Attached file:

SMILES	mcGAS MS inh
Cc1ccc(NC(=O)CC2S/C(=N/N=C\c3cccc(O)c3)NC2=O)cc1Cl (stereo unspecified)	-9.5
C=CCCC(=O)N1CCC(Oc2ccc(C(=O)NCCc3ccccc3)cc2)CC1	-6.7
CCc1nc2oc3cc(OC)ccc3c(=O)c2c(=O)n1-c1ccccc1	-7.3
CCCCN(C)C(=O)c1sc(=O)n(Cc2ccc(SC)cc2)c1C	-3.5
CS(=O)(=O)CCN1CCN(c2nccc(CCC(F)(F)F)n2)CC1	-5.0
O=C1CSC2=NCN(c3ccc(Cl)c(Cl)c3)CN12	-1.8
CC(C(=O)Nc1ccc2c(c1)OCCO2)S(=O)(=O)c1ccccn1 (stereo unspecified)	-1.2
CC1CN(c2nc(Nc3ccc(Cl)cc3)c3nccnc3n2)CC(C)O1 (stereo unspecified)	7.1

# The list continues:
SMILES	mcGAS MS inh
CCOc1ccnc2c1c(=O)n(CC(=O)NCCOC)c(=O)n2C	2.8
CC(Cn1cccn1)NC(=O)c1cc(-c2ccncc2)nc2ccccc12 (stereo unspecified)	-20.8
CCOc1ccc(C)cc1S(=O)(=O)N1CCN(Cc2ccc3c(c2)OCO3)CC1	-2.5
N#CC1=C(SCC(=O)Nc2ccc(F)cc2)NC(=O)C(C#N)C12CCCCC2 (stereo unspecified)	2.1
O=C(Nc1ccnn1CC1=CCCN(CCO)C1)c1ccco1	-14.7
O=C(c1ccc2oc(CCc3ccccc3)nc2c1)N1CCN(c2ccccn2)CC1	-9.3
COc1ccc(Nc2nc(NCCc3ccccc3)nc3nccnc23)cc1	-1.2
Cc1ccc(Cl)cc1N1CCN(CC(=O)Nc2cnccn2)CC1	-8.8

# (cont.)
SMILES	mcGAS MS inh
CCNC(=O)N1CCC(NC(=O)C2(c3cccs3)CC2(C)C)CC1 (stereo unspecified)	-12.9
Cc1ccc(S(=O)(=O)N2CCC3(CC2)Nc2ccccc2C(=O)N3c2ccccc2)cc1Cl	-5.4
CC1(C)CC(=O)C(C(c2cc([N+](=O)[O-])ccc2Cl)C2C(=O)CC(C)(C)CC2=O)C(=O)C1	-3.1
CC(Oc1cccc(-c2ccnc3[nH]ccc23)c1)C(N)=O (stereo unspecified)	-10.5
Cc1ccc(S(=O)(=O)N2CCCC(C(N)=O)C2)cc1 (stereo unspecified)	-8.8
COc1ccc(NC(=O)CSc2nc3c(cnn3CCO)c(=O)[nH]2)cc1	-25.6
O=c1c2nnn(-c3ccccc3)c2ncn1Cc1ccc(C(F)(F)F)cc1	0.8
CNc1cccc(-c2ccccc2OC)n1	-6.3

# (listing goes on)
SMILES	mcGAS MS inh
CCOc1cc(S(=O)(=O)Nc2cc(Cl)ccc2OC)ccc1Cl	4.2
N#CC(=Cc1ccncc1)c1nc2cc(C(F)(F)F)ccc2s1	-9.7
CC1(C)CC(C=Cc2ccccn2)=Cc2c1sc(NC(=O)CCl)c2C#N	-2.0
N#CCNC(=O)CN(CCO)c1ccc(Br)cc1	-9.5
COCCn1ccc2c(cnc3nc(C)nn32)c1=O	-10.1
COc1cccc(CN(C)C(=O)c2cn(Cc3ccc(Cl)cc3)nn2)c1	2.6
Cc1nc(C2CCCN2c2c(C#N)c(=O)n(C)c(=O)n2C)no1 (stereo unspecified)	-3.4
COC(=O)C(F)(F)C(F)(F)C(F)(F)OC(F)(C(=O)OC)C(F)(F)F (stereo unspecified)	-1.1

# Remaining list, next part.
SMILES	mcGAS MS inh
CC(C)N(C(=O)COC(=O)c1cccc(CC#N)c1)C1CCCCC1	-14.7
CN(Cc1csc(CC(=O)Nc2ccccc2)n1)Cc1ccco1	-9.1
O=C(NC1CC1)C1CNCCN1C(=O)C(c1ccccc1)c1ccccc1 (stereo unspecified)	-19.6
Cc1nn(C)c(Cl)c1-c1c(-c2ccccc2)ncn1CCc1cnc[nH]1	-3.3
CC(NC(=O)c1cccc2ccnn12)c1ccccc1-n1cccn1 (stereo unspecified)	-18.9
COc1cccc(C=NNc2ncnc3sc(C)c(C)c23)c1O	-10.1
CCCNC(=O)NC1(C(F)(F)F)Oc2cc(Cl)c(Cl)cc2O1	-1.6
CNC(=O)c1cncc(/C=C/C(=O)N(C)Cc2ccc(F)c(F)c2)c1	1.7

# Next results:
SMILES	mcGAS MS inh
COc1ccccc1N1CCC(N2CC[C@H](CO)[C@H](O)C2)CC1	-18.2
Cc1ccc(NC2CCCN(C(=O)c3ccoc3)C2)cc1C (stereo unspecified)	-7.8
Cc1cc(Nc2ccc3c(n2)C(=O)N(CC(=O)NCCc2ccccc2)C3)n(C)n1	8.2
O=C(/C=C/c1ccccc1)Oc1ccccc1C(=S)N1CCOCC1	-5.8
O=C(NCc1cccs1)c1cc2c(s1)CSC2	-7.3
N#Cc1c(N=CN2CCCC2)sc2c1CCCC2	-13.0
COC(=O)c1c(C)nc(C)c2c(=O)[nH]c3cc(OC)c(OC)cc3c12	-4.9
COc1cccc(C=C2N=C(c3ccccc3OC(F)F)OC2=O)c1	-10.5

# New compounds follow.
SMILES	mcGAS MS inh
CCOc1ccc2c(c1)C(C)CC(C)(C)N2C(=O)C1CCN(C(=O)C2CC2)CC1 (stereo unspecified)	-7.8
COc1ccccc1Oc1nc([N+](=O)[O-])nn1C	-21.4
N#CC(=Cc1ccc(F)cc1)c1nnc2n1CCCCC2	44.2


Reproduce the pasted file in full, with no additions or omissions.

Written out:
SMILES	mcGAS MS inh
Cc1ccc(NC(=O)CC2S/C(=N/N=C\c3cccc(O)c3)NC2=O)cc1Cl (stereo unspecified)	-9.5
C=CCCC(=O)N1CCC(Oc2ccc(C(=O)NCCc3ccccc3)cc2)CC1	-6.7
CCc1nc2oc3cc(OC)ccc3c(=O)c2c(=O)n1-c1ccccc1	-7.3
CCCCN(C)C(=O)c1sc(=O)n(Cc2ccc(SC)cc2)c1C	-3.5
CS(=O)(=O)CCN1CCN(c2nccc(CCC(F)(F)F)n2)CC1	-5.0
O=C1CSC2=NCN(c3ccc(Cl)c(Cl)c3)CN12	-1.8
CC(C(=O)Nc1ccc2c(c1)OCCO2)S(=O)(=O)c1ccccn1 (stereo unspecified)	-1.2
CC1CN(c2nc(Nc3ccc(Cl)cc3)c3nccnc3n2)CC(C)O1 (stereo unspecified)	7.1

# The list continues:
SMILES	mcGAS MS inh
CCOc1ccnc2c1c(=O)n(CC(=O)NCCOC)c(=O)n2C	2.8
CC(Cn1cccn1)NC(=O)c1cc(-c2ccncc2)nc2ccccc12 (stereo unspecified)	-20.8
CCOc1ccc(C)cc1S(=O)(=O)N1CCN(Cc2ccc3c(c2)OCO3)CC1	-2.5
N#CC1=C(SCC(=O)Nc2ccc(F)cc2)NC(=O)C(C#N)C12CCCCC2 (stereo unspecified)	2.1
O=C(Nc1ccnn1CC1=CCCN(CCO)C1)c1ccco1	-14.7
O=C(c1ccc2oc(CCc3ccccc3)nc2c1)N1CCN(c2ccccn2)CC1	-9.3
COc1ccc(Nc2nc(NCCc3ccccc3)nc3nccnc23)cc1	-1.2
Cc1ccc(Cl)cc1N1CCN(CC(=O)Nc2cnccn2)CC1	-8.8

# (cont.)
SMILES	mcGAS MS inh
CCNC(=O)N1CCC(NC(=O)C2(c3cccs3)CC2(C)C)CC1 (stereo unspecified)	-12.9
Cc1ccc(S(=O)(=O)N2CCC3(CC2)Nc2ccccc2C(=O)N3c2ccccc2)cc1Cl	-5.4
CC1(C)CC(=O)C(C(c2cc([N+](=O)[O-])ccc2Cl)C2C(=O)CC(C)(C)CC2=O)C(=O)C1	-3.1
CC(Oc1cccc(-c2ccnc3[nH]ccc23)c1)C(N)=O (stereo unspecified)	-10.5
Cc1ccc(S(=O)(=O)N2CCCC(C(N)=O)C2)cc1 (stereo unspecified)	-8.8
COc1ccc(NC(=O)CSc2nc3c(cnn3CCO)c(=O)[nH]2)cc1	-25.6
O=c1c2nnn(-c3ccccc3)c2ncn1Cc1ccc(C(F)(F)F)cc1	0.8
CNc1cccc(-c2ccccc2OC)n1	-6.3

# (listing goes on)
SMILES	mcGAS MS inh
CCOc1cc(S(=O)(=O)Nc2cc(Cl)ccc2OC)ccc1Cl	4.2
N#CC(=Cc1ccncc1)c1nc2cc(C(F)(F)F)ccc2s1	-9.7
CC1(C)CC(C=Cc2ccccn2)=Cc2c1sc(NC(=O)CCl)c2C#N	-2.0
N#CCNC(=O)CN(CCO)c1ccc(Br)cc1	-9.5
COCCn1ccc2c(cnc3nc(C)nn32)c1=O	-10.1
COc1cccc(CN(C)C(=O)c2cn(Cc3ccc(Cl)cc3)nn2)c1	2.6
Cc1nc(C2CCCN2c2c(C#N)c(=O)n(C)c(=O)n2C)no1 (stereo unspecified)	-3.4
COC(=O)C(F)(F)C(F)(F)C(F)(F)OC(F)(C(=O)OC)C(F)(F)F (stereo unspecified)	-1.1

# Remaining list, next part.
SMILES	mcGAS MS inh
CC(C)N(C(=O)COC(=O)c1cccc(CC#N)c1)C1CCCCC1	-14.7
CN(Cc1csc(CC(=O)Nc2ccccc2)n1)Cc1ccco1	-9.1
O=C(NC1CC1)C1CNCCN1C(=O)C(c1ccccc1)c1ccccc1 (stereo unspecified)	-19.6
Cc1nn(C)c(Cl)c1-c1c(-c2ccccc2)ncn1CCc1cnc[nH]1	-3.3
CC(NC(=O)c1cccc2ccnn12)c1ccccc1-n1cccn1 (stereo unspecified)	-18.9
COc1cccc(C=NNc2ncnc3sc(C)c(C)c23)c1O	-10.1
CCCNC(=O)NC1(C(F)(F)F)Oc2cc(Cl)c(Cl)cc2O1	-1.6
CNC(=O)c1cncc(/C=C/C(=O)N(C)Cc2ccc(F)c(F)c2)c1	1.7

# Next results:
SMILES	mcGAS MS inh
COc1ccccc1N1CCC(N2CC[C@H](CO)[C@H](O)C2)CC1	-18.2
Cc1ccc(NC2CCCN(C(=O)c3ccoc3)C2)cc1C (stereo unspecified)	-7.8
Cc1cc(Nc2ccc3c(n2)C(=O)N(CC(=O)NCCc2ccccc2)C3)n(C)n1	8.2
O=C(/C=C/c1ccccc1)Oc1ccccc1C(=S)N1CCOCC1	-5.8
O=C(NCc1cccs1)c1cc2c(s1)CSC2	-7.3
N#Cc1c(N=CN2CCCC2)sc2c1CCCC2	-13.0
COC(=O)c1c(C)nc(C)c2c(=O)[nH]c3cc(OC)c(OC)cc3c12	-4.9
COc1cccc(C=C2N=C(c3ccccc3OC(F)F)OC2=O)c1	-10.5

# New compounds follow.
SMILES	mcGAS MS inh
CCOc1ccc2c(c1)C(C)CC(C)(C)N2C(=O)C1CCN(C(=O)C2CC2)CC1 (stereo unspecified)	-7.8
COc1ccccc1Oc1nc([N+](=O)[O-])nn1C	-21.4
N#CC(=Cc1ccc(F)cc1)c1nnc2n1CCCCC2	44.2